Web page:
Ouch that means you need to know how the law stood under the Twelve Tables, which I have a lot less information on, rather than the Augustan Laws talked about previously. The following is something I prepared on the basis that it was the later Principate period.

 

I agree that usus, of the three forms of marriage used in the period up to the early Principate, did not have the same restrictions on the wife as confarreatio (patrician level and extremely hard to get a divorce from) or coemptio. The last two of these forms of marriage, passed the wife into the manus of her husband so liable to summary justice for adultery. However from what I have read usus had fallen out of favour by the end of the Republic so is highly unlikely to have been in use by 110AD, if that is the date the story is set in.

 

If it was the case that she was in a usus marriage during the Republican period then it would have been down to her father to carry out any family punishment for being an adulteress, that would ahve been done under the guidance of the family concillium (council), rather than her husband.

 

In either case a quiet divorce for cause (not declared as adultery) may have allowed her and any putative child to live BUT in either case her lover would have been less likely to formally adopt a girl child. About the only way that he may have been willing to is if in the Principate period he did not have any child or less than the three children which may have granted him a small political advantage. There would however have been strong familial and political/ social pressure on him to adopt a male heir rather than (another) female.

 

Only if all the problems already identified about the social stigma of adulterous relationships had been avoided is it possible that a child may have been adopted. For a patrician in particular to adopt there must have been no suspicion of illegitimacy. Following a legal adoption the child would then have been in a position to claim part of any inheritance from their adopted parent under the normal laws of inheritance - c/f the books previously mentioned.

 

However, if I understand things correctly, in most periods under Roman law the legitimate children of his original marriage would have been entitled to a major portion of any estate. Consequently they would also be entitled to claim a larger portion of their patrimony if they appeared to have been short changed. When it came to inheritances, like now, the Romans could spend a lot of time litigating for their inheritance rights - often the strongest claims being made by family members our modern society would consider not entitled to anything.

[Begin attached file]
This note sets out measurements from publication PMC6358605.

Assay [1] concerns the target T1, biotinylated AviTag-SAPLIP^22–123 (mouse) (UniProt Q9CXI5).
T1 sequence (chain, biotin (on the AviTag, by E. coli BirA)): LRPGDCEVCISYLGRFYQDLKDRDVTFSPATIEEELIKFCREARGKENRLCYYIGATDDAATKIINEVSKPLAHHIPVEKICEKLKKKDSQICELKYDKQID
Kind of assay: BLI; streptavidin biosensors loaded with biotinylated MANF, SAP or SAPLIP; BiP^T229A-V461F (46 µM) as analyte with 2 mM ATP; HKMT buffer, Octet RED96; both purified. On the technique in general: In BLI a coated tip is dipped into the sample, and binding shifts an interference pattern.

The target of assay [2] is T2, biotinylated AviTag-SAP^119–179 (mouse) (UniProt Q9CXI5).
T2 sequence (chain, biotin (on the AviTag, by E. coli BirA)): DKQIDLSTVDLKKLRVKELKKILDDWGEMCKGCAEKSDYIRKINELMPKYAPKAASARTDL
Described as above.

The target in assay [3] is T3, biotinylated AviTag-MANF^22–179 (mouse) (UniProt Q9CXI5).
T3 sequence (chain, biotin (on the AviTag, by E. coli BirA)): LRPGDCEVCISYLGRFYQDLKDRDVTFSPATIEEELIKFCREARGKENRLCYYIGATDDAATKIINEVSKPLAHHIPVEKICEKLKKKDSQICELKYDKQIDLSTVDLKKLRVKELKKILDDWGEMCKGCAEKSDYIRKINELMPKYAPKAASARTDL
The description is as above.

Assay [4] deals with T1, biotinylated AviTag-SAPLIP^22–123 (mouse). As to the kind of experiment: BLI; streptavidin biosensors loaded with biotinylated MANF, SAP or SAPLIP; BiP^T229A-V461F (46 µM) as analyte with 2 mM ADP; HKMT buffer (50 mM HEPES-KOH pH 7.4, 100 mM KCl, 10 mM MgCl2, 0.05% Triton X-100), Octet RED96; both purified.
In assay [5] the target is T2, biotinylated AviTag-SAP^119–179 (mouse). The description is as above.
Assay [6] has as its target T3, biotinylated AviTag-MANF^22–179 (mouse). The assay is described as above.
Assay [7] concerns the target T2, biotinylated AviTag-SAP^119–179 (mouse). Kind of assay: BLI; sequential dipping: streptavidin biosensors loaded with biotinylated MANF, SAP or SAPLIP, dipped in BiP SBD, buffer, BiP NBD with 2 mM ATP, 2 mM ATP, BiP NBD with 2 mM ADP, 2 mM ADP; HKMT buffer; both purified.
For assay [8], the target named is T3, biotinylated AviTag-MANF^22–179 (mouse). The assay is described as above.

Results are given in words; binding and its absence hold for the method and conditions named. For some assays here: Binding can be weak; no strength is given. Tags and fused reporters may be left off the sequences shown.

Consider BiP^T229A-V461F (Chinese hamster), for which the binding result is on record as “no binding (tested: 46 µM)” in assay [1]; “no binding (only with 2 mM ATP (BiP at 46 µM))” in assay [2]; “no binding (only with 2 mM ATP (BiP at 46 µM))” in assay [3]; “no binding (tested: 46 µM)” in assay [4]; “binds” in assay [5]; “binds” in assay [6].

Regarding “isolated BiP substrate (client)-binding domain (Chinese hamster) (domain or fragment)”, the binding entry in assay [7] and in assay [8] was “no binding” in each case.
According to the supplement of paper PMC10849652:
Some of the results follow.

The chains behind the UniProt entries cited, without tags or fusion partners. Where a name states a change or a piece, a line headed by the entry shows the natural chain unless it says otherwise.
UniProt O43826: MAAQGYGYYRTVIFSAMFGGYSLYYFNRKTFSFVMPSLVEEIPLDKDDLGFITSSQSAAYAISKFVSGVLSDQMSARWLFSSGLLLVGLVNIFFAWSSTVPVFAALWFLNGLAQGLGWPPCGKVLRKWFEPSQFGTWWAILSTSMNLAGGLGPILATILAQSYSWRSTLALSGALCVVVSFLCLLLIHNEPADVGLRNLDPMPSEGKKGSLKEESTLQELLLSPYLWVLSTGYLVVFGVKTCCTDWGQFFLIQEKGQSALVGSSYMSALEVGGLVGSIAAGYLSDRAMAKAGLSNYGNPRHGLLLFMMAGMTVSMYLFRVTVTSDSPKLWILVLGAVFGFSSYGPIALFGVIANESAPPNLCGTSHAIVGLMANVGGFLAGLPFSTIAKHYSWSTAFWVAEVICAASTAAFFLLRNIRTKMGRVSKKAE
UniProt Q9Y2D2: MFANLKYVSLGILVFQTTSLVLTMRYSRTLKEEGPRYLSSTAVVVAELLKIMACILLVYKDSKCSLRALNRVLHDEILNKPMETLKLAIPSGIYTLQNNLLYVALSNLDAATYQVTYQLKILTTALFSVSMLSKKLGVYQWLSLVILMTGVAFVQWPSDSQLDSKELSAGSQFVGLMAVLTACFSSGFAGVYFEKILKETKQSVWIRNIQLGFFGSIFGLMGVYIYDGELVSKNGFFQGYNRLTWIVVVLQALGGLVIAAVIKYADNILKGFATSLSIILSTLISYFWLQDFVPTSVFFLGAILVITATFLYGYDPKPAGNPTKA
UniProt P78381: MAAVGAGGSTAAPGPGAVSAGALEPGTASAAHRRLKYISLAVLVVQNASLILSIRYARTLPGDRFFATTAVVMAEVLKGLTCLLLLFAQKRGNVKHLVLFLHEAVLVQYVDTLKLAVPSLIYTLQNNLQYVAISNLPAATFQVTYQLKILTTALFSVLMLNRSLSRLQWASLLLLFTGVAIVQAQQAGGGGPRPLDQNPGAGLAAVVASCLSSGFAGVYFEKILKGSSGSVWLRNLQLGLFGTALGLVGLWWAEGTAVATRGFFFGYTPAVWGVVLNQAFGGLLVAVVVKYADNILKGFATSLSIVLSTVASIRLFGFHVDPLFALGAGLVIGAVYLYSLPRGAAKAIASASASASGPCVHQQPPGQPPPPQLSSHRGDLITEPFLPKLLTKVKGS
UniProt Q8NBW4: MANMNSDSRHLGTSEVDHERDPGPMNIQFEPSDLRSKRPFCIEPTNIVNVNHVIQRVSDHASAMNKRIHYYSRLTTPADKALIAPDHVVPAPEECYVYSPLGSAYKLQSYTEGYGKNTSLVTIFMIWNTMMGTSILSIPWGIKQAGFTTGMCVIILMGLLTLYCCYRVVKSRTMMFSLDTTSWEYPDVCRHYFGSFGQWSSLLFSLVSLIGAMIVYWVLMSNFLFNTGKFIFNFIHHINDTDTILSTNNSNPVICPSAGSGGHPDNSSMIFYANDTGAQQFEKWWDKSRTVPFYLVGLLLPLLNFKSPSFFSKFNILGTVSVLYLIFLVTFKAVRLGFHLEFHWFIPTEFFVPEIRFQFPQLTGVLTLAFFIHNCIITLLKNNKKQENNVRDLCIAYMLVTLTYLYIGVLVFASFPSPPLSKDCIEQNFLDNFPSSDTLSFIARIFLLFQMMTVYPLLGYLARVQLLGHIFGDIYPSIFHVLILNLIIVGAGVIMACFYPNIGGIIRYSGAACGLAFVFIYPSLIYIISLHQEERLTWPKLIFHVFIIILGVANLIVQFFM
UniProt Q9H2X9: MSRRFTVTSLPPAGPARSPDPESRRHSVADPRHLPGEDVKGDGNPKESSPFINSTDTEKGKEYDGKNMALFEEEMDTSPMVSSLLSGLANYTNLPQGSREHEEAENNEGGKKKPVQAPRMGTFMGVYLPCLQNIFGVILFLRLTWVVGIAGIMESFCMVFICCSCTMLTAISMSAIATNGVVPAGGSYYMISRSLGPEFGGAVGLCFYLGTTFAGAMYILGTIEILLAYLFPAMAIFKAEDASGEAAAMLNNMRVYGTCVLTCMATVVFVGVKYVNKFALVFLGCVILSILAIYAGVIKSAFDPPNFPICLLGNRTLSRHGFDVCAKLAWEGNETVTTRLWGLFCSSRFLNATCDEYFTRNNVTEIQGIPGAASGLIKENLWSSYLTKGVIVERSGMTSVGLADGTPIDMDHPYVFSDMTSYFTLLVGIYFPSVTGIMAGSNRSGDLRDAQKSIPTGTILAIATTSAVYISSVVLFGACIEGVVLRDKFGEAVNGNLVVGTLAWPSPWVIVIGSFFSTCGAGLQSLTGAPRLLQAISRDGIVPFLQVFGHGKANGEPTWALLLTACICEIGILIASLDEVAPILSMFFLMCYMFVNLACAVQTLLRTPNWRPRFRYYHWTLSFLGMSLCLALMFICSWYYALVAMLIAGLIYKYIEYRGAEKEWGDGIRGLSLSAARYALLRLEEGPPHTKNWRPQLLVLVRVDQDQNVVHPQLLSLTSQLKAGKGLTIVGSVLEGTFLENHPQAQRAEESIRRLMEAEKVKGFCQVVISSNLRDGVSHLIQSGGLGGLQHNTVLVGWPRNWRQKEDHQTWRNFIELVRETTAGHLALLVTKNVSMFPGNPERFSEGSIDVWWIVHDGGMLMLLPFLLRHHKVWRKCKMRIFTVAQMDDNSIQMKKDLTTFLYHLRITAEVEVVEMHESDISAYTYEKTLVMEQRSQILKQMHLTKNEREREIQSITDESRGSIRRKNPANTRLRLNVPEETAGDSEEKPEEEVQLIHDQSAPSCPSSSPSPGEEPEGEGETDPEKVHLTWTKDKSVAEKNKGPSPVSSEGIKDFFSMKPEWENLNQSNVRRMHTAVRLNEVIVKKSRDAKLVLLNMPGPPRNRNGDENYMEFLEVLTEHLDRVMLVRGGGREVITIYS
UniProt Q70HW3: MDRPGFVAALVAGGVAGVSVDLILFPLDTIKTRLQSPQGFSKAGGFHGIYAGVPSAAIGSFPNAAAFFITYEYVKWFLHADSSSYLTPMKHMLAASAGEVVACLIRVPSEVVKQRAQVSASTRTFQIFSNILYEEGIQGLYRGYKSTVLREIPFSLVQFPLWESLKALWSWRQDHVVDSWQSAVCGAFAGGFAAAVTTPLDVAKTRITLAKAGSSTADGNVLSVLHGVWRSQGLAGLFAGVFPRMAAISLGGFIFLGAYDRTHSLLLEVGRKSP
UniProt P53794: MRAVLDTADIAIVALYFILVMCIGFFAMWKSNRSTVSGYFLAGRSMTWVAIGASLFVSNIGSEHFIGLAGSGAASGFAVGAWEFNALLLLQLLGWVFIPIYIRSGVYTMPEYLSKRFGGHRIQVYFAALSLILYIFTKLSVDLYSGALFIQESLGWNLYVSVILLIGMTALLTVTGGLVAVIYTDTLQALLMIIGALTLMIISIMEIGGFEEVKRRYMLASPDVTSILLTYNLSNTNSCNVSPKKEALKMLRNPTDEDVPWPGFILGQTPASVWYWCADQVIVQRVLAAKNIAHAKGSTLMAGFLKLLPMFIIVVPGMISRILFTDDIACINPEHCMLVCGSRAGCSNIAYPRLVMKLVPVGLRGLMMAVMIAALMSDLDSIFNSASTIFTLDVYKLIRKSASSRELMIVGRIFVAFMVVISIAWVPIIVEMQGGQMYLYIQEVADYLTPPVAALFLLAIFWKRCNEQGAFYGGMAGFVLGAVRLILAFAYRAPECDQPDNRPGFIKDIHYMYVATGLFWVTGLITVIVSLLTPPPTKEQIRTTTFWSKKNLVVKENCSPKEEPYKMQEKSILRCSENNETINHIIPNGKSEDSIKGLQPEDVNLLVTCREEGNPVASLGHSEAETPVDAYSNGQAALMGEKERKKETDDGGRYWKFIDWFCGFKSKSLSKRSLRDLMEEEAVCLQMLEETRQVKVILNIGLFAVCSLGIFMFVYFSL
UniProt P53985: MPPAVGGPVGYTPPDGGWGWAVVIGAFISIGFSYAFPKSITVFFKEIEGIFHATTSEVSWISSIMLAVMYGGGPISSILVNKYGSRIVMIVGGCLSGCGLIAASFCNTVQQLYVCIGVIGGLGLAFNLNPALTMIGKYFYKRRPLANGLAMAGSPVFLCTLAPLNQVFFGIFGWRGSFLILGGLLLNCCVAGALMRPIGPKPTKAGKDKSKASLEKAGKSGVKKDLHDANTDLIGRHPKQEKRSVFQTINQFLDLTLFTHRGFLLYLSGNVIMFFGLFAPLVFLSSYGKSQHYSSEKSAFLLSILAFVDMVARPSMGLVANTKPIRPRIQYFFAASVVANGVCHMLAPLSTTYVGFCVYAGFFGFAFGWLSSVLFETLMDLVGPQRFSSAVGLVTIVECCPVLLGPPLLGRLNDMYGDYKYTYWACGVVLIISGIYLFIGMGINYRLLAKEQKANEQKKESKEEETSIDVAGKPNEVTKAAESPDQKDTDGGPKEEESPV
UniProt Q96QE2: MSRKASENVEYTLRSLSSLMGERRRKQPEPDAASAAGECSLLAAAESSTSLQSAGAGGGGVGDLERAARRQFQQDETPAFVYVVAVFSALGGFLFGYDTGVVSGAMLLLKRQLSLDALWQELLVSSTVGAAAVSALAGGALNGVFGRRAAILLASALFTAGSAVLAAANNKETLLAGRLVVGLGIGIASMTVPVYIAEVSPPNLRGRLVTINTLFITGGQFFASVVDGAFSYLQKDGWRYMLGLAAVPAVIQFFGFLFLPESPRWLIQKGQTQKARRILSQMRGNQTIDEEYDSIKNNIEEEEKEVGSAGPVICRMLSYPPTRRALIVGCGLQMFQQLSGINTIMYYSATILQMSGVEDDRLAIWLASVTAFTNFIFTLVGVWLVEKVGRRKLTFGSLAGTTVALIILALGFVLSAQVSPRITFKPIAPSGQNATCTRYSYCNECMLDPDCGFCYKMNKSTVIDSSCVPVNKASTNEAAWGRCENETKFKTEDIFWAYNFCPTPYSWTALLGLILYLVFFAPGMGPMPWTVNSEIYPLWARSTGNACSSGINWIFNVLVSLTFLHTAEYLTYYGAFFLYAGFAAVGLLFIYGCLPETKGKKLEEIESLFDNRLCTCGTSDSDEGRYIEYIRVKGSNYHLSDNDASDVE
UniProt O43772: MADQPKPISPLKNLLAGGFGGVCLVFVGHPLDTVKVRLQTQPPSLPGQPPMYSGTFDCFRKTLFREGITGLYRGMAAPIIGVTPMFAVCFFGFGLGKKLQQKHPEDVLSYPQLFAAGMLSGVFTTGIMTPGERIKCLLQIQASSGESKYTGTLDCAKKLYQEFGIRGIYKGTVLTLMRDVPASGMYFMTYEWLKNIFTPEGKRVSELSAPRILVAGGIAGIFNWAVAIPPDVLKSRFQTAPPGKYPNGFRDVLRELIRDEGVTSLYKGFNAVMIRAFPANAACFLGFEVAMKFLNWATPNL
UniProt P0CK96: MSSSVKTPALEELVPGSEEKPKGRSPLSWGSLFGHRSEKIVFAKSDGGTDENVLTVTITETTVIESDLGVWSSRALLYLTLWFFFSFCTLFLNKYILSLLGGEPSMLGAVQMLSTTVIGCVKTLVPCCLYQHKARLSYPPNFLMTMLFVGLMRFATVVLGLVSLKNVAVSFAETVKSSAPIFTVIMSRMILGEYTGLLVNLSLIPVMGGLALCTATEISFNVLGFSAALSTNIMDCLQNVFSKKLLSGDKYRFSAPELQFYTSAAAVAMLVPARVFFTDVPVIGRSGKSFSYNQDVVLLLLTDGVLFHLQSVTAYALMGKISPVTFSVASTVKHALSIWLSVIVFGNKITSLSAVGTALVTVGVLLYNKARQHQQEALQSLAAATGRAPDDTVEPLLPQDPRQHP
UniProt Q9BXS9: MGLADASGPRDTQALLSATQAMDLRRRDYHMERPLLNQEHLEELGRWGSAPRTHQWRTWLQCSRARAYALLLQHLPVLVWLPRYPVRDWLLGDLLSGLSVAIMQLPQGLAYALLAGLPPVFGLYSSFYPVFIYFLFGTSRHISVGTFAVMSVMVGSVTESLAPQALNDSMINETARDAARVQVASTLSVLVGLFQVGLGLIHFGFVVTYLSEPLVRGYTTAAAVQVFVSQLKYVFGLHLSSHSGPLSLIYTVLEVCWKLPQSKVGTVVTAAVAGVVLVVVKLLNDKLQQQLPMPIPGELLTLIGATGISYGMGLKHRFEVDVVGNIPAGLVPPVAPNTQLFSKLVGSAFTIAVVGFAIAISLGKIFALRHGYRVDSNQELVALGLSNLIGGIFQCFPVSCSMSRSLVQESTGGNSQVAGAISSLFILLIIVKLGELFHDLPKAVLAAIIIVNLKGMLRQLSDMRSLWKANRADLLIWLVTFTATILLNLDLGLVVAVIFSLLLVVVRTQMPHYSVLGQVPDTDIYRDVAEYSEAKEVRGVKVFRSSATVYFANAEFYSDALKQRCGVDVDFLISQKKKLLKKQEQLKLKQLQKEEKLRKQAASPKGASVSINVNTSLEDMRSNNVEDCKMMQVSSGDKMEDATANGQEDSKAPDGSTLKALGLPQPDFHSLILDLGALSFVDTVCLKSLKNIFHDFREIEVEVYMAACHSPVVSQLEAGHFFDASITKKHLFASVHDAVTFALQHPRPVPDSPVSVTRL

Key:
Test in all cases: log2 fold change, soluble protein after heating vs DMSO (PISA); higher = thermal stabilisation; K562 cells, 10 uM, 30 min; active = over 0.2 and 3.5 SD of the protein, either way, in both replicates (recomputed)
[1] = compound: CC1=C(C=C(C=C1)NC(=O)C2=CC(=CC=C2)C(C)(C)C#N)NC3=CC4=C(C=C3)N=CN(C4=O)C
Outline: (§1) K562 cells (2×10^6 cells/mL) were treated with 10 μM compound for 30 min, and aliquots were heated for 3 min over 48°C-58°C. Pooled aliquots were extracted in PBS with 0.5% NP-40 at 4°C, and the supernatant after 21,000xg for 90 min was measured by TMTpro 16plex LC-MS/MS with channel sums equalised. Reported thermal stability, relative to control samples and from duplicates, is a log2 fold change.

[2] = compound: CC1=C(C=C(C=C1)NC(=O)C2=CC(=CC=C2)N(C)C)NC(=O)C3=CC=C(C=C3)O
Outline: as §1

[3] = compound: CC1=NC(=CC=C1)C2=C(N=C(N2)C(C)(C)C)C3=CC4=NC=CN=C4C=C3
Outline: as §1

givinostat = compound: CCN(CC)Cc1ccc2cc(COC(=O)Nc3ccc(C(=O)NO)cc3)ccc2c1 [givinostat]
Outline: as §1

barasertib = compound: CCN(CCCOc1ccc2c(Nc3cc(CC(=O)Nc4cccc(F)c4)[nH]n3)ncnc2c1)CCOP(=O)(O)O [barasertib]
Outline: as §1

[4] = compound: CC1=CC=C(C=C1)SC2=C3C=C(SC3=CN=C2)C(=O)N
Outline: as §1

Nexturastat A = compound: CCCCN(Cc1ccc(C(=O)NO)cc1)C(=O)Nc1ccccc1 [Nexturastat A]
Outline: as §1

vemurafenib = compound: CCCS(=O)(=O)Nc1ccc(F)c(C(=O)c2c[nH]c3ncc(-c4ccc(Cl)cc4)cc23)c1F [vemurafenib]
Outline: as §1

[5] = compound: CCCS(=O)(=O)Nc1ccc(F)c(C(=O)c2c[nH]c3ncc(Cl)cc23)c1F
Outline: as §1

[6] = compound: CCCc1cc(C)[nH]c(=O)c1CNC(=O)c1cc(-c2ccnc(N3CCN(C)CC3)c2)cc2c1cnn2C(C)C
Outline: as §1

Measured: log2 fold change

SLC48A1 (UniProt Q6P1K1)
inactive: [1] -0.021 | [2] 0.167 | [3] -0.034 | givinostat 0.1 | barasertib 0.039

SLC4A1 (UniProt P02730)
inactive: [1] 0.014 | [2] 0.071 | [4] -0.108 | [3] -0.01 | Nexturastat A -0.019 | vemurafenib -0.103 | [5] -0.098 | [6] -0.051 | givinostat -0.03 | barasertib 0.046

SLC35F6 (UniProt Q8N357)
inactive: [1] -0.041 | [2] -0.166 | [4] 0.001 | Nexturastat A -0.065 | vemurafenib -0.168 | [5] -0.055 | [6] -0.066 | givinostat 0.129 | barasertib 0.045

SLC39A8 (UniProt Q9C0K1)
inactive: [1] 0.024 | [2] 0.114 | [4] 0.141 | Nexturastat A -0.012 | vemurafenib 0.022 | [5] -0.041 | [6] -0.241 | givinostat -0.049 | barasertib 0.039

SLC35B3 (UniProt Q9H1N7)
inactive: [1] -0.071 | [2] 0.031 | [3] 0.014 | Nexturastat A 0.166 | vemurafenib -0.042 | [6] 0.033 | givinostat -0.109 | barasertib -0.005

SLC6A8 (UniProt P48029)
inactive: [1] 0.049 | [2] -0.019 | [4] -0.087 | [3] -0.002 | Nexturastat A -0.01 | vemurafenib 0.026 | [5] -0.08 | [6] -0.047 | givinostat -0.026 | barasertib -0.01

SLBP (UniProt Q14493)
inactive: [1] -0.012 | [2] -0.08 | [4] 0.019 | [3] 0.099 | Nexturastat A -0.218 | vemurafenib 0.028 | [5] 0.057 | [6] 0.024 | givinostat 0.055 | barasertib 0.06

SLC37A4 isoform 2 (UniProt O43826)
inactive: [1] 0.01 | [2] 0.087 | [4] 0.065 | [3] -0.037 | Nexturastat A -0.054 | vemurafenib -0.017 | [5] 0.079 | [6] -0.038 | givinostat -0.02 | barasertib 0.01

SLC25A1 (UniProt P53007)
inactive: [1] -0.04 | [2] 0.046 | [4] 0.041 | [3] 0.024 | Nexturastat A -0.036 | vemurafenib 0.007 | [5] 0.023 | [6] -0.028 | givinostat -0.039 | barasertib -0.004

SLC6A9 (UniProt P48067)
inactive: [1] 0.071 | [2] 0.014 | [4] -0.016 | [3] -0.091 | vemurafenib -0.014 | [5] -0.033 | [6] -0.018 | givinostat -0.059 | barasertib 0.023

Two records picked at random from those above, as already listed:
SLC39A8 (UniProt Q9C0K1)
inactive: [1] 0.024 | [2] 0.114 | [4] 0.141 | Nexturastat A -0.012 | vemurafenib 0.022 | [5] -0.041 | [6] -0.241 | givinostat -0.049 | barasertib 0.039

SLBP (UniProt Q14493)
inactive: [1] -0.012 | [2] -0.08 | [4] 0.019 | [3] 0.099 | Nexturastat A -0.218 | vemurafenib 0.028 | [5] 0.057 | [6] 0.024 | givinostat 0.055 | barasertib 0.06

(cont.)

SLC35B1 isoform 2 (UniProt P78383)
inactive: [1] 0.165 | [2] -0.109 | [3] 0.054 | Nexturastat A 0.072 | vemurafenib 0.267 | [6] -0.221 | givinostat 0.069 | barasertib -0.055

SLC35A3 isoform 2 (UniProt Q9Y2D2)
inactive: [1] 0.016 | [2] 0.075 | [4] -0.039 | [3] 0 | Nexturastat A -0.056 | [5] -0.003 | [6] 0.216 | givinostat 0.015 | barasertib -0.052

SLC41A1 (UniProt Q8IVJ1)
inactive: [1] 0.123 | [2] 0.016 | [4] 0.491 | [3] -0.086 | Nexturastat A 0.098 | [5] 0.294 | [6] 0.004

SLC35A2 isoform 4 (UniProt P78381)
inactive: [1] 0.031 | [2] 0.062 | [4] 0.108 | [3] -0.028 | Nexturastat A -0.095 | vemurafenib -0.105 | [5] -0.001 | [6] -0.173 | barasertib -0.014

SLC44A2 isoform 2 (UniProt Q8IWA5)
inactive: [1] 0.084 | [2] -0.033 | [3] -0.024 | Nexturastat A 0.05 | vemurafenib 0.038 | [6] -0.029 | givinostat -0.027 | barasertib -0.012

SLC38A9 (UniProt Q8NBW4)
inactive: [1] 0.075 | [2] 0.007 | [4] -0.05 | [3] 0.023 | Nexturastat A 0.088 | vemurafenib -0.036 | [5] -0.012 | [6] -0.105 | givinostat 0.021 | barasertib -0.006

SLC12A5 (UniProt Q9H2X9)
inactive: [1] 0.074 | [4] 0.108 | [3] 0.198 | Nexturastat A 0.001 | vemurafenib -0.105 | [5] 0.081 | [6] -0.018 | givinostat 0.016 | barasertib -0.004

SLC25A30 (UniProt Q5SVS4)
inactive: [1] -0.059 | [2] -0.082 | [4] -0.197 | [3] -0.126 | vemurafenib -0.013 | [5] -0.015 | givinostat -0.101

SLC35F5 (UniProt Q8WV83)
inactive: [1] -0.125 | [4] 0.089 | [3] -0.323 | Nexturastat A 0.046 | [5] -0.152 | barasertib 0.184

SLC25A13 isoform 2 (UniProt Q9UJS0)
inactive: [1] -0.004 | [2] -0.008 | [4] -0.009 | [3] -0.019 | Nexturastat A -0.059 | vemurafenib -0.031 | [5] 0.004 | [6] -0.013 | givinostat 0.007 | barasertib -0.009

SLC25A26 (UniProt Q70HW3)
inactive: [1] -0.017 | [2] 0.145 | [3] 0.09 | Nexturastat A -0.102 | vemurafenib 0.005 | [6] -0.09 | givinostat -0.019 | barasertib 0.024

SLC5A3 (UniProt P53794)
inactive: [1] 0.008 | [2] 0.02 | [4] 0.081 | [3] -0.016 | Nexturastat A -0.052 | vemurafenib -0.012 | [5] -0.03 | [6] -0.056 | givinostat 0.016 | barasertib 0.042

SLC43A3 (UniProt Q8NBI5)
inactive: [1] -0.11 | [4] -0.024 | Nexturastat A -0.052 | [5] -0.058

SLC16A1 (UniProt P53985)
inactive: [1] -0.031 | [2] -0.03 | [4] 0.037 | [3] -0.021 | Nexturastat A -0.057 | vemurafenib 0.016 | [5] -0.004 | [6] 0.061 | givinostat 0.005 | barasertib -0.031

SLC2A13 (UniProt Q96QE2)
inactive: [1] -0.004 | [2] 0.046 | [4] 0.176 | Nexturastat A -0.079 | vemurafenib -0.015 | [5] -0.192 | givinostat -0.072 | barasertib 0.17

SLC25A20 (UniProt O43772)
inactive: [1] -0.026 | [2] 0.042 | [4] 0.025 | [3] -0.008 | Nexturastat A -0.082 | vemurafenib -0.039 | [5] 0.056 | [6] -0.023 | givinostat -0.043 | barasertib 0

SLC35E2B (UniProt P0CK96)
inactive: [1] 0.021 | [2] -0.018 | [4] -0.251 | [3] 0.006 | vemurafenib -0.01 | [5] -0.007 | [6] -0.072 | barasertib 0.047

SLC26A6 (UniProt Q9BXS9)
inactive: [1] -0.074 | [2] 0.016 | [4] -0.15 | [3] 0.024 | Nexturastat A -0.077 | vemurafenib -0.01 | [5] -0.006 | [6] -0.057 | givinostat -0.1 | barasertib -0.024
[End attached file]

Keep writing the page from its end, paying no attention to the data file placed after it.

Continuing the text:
BTW there are several places on the web you can look up the various rights and benefits attached to each form of marriage including the Lacus Curtis site which has a copy of some out of copyright articles relating to the three forms of marriage:

 

http://penelope.uchicago.edu/Thayer/E/Roma...atrimonium.html

 

IIRC Lacus Curtis also has some information on the Twelve Tables and other Republican period laws.

Edited by Melvadius

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I am not sure of how this helps the thread, but as usual here goes. In Neapolitan families, (at least), of a century ago, an adopted child shared in the same familial rights as a biological child. One of my betters might be able to stretch this back to the Roman period.

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Once again, thank you everyone. This has been one of the most informative and delightful forums I've ever had the pleasure to make an inquiry on. As my husband just said to me from his computer across the way - we're both very impressed at the time and consideration put into the answers here. Thank you.

 

Warm regards,

-E

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The roman legal system was not interested in res private. The solution to the problems lies not in laws, like today, but in the desires of the interested parties. Roman law was practical rather then idealistic. I think that even the concept of illegitimate child would surprise them.

The husband was legally presumed to be the father of the child (like today) and, unlike today, he could not really contest that in court. But he can have the child killed and the wife banished or killed. Why go to court when there are a 1000 more honorable solutions?

Adoptions were common and the adopted child enjoyed the legal rights of the biological ones.

If a father recognised a child it was his, regardless if he was married with someone else or not married at all. This inflenced only the authorityof the father over the child.

Also the exact legal status of those involved it's highly relevant. The marriage of the adulteress can be "cum manum" that will give extensive rights to the husband or "sine manum" that will keep rights over her to her father. She could even be emancipated before marriage so a divorce wil make her very independent.

The money aspect it's also important. The husband can be indiferrent to her infidelity if hecan keep control of her dowry.

The situations are endless and romans knew that too well to create specific rules for everything.

Edited by Kosmo